Chris Horvat - Polar Oceanographer
What does this mean for Arctic ecology?
At present, observations of under-ice algae and phytoplankton in the Arctic are hard to come by, but are being made more and more as this new type of bloom has come to scientific attention. The shift from a September ice-edge bloom to a July-August under-ice bloom in certain regions may mean that the food web has undergone a dramatic shift it may not be adapted to.
What does this mean for Carbon uptake in the Arctic?
This is unclear. If the blooms occur in addition to those as the sea ice retreats, it is conceivable that more carbon is being taken up in the Arctic than previously though. However if now there is still only one annual bloom or period of phytoplankton growth, but it just occurs several months earlier, the impact on carbon fixation may be small. We need more observations to know!!!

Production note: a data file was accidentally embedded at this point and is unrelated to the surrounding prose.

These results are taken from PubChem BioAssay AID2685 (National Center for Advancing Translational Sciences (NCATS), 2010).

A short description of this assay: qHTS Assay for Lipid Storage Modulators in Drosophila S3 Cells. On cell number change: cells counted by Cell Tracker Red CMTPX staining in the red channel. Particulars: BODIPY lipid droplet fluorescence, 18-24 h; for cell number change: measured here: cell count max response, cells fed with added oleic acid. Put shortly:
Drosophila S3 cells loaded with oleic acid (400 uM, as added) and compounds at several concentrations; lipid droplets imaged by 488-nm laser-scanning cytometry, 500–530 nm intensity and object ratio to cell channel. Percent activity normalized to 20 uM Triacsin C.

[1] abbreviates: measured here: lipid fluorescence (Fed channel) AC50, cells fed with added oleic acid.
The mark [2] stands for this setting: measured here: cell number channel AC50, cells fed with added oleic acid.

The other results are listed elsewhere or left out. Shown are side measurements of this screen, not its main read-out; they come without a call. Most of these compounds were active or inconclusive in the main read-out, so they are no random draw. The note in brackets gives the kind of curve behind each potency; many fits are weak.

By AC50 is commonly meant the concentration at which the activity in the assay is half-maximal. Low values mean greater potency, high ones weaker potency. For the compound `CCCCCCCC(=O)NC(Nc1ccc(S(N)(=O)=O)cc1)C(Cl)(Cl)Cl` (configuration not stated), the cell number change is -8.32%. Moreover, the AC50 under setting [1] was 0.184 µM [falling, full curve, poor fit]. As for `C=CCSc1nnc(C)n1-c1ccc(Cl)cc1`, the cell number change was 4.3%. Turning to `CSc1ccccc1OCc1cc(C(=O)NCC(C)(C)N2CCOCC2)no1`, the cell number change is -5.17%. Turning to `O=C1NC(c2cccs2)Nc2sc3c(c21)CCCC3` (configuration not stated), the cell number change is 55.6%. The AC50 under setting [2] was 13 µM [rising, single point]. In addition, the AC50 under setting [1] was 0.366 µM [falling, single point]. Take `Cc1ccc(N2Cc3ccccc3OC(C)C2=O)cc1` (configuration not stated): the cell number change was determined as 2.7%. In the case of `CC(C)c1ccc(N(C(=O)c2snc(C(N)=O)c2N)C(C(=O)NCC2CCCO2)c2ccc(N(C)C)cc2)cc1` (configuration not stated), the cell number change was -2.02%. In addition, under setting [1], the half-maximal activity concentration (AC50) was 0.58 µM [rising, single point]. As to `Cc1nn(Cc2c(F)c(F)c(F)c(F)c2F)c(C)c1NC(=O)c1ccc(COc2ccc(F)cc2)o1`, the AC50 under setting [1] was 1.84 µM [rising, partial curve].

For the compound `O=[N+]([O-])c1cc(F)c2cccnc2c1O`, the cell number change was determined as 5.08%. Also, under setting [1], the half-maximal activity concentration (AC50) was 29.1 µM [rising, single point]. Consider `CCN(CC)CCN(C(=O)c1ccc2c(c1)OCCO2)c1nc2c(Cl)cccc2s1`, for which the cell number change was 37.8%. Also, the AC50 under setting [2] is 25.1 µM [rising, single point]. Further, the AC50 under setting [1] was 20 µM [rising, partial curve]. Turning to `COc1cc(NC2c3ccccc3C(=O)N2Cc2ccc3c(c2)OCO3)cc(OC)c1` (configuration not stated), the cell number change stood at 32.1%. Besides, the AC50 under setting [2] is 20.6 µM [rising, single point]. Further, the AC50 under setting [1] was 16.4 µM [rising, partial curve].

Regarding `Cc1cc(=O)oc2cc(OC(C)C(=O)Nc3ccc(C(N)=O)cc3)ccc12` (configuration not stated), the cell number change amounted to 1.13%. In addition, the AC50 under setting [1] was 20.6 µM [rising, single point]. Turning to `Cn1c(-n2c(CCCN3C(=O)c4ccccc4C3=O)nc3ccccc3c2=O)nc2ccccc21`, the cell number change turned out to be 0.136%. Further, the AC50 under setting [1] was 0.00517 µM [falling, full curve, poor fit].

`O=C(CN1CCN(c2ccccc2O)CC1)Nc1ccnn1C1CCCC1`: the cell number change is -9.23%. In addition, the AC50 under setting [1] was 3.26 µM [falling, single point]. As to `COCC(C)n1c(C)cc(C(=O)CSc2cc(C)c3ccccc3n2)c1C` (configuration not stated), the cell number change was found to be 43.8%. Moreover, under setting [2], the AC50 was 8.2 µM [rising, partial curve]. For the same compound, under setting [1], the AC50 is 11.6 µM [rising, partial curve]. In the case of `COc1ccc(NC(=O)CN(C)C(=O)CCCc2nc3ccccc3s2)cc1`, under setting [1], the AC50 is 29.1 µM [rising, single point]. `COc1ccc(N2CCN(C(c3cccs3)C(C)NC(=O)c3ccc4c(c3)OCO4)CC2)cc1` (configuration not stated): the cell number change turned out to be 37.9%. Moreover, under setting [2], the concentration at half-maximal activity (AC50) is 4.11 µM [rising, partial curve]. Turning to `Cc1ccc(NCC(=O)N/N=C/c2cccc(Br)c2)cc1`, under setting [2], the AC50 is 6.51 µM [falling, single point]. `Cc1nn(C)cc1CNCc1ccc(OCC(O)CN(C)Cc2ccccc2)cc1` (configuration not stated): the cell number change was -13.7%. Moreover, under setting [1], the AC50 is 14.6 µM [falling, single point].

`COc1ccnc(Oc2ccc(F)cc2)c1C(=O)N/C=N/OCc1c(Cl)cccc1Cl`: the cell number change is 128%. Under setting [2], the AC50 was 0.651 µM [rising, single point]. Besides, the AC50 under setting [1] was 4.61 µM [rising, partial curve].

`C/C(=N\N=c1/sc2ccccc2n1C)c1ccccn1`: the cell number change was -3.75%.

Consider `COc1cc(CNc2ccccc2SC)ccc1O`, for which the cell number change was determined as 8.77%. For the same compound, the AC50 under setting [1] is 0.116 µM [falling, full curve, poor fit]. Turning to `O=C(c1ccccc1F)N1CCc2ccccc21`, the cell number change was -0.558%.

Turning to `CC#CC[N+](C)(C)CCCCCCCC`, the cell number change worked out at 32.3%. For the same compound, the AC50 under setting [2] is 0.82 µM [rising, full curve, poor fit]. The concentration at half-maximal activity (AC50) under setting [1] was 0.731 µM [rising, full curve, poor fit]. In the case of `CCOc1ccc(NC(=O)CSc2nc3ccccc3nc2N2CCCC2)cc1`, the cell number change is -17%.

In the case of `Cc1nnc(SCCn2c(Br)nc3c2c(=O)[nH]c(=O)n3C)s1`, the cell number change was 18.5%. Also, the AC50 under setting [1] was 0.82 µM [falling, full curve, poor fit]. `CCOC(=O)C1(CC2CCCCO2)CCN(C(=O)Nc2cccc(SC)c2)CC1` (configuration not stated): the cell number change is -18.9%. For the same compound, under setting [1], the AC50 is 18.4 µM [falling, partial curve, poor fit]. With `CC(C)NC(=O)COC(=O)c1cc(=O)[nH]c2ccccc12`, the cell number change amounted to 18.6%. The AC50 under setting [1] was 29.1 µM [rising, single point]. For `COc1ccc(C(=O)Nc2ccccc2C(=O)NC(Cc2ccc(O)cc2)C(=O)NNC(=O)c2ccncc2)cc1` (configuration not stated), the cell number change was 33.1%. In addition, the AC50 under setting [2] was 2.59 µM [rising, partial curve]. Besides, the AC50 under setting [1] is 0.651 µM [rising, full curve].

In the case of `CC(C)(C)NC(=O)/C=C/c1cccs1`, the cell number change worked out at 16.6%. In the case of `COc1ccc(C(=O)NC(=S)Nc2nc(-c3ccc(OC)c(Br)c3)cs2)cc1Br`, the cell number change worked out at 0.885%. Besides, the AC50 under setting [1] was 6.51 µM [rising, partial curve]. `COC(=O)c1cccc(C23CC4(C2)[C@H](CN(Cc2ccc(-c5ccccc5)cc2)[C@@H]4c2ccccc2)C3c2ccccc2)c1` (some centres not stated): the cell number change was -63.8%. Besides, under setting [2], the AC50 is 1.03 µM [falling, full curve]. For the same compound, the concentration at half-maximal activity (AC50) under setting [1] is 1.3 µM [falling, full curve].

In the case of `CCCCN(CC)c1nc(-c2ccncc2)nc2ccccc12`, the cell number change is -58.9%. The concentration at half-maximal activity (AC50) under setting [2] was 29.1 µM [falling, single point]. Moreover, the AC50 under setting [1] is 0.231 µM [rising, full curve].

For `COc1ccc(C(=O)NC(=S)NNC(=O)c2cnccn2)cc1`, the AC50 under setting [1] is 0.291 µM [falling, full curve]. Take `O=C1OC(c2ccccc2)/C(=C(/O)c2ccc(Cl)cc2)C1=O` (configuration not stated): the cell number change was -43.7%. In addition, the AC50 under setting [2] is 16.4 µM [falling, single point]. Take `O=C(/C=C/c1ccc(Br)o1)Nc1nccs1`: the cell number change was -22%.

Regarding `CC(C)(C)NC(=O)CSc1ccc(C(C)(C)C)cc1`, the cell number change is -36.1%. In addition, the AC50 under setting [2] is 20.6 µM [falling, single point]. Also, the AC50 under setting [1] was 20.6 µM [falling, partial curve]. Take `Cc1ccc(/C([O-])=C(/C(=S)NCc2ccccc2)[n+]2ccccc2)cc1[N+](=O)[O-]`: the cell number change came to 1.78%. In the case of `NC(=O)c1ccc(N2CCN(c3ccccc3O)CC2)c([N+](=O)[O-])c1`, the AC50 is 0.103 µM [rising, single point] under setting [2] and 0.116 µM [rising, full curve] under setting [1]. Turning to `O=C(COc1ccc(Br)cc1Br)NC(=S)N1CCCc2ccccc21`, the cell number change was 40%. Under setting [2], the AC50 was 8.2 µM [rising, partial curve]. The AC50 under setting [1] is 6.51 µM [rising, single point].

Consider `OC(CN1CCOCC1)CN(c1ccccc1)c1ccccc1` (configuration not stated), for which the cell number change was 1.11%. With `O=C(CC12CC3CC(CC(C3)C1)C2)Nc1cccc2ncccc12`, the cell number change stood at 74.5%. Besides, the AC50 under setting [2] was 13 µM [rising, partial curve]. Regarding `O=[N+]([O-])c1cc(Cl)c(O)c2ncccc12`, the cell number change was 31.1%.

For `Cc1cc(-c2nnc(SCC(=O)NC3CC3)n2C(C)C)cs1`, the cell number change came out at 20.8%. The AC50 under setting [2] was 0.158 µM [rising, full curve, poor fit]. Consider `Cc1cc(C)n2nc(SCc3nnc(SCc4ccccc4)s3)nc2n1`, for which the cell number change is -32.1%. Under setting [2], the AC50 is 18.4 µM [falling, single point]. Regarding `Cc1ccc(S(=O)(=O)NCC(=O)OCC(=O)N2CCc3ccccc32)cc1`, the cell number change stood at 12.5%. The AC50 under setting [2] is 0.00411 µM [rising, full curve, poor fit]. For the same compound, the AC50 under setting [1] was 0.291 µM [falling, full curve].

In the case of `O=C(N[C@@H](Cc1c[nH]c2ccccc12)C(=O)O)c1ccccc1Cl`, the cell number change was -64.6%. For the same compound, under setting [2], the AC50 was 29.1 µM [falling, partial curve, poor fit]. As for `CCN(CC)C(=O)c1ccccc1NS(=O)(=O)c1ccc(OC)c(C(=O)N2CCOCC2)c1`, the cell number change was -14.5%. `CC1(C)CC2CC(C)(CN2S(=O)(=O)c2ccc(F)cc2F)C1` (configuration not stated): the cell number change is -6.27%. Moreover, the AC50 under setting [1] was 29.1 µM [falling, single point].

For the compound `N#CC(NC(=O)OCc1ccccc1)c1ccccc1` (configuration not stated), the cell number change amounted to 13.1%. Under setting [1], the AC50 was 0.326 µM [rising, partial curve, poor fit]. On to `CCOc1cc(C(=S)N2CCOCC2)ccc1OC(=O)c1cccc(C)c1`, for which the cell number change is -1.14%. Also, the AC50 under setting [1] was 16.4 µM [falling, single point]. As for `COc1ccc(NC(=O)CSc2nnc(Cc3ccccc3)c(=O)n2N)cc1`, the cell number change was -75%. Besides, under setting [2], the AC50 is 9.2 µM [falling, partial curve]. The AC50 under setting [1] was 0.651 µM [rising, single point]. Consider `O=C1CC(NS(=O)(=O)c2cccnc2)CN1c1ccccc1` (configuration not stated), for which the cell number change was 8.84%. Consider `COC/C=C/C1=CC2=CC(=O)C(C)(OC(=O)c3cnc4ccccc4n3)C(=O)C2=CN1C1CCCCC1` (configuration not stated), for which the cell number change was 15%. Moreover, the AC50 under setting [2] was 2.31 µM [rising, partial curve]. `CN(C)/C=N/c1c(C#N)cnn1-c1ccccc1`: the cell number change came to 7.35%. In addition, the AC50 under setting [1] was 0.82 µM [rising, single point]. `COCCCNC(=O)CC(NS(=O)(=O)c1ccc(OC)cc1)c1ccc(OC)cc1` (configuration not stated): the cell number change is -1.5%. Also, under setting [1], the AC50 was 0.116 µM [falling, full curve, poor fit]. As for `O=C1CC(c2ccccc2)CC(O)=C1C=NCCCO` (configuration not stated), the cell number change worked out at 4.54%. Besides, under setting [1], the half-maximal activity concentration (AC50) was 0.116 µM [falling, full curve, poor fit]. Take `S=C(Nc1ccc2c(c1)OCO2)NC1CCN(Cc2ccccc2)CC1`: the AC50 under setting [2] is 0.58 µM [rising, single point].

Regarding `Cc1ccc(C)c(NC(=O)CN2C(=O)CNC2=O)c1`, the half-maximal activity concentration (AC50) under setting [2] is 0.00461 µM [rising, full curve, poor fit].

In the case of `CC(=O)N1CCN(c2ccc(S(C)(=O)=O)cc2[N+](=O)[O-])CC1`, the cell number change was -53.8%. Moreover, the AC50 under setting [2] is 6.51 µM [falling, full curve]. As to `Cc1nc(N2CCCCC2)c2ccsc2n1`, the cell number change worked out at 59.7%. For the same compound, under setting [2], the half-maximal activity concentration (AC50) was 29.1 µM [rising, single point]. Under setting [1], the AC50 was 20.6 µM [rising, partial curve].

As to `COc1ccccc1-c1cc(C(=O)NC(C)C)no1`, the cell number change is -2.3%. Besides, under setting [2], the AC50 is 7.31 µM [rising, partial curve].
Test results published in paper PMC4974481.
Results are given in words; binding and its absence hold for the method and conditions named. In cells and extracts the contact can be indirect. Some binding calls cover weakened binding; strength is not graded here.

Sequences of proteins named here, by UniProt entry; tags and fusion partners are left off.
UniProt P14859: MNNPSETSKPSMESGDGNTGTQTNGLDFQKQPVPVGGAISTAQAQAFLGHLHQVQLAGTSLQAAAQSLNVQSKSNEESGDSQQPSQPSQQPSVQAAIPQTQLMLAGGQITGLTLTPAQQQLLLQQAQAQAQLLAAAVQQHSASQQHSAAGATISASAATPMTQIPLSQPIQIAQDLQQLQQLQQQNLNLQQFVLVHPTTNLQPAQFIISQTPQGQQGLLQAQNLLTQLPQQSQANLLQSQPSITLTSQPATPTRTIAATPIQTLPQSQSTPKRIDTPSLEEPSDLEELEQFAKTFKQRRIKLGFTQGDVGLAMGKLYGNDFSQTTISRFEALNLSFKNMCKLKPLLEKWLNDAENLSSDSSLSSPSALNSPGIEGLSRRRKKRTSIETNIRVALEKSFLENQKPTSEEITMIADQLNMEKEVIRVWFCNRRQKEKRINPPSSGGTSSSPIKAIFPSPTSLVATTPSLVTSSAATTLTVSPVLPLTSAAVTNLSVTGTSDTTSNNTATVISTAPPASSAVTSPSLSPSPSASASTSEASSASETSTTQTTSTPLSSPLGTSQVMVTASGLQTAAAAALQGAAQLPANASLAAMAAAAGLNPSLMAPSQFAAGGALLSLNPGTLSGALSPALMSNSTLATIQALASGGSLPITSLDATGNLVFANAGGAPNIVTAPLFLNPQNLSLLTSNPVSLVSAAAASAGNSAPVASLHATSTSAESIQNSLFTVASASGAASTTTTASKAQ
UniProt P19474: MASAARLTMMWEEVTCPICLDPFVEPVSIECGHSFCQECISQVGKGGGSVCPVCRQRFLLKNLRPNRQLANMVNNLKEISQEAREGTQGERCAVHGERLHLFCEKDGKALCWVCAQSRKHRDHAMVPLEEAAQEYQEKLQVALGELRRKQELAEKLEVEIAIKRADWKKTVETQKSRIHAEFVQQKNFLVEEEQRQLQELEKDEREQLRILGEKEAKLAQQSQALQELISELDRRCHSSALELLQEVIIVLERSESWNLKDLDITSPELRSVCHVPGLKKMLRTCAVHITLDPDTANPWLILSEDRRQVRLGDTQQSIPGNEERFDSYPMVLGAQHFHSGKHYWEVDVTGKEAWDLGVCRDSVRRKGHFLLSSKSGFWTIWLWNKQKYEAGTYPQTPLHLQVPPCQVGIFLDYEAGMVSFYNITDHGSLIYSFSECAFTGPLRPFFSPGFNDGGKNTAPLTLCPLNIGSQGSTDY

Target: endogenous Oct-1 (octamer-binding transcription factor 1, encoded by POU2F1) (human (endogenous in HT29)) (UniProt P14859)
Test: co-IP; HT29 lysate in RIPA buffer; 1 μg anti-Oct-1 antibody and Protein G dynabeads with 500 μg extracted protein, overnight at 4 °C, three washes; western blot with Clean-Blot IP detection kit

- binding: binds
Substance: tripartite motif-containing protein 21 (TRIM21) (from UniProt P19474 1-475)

How certain are we that melt ponds are the reason for these blooms?
This is an area of debate. Melt ponds were likely responsible for the sunlight needed in the 2011 bloom observed by Arrigo and colleagues. However a similar under-ice bloom was observed during the 2015 N-ICE mission, in a region with snow-covered, unmelted ice. Here, it is thought that the presence of leads, or long cracks in the sea ice allowed for sufficient light penetration and blooming.
Where can I find out more about these events?
Under-ice blooms have been observed by the Arrigo group (in the Chukchi Sea) and during the N-ICE expedition (around Svalbard), and potentially others!
Oceanographer, Mathemagician, and Interested Party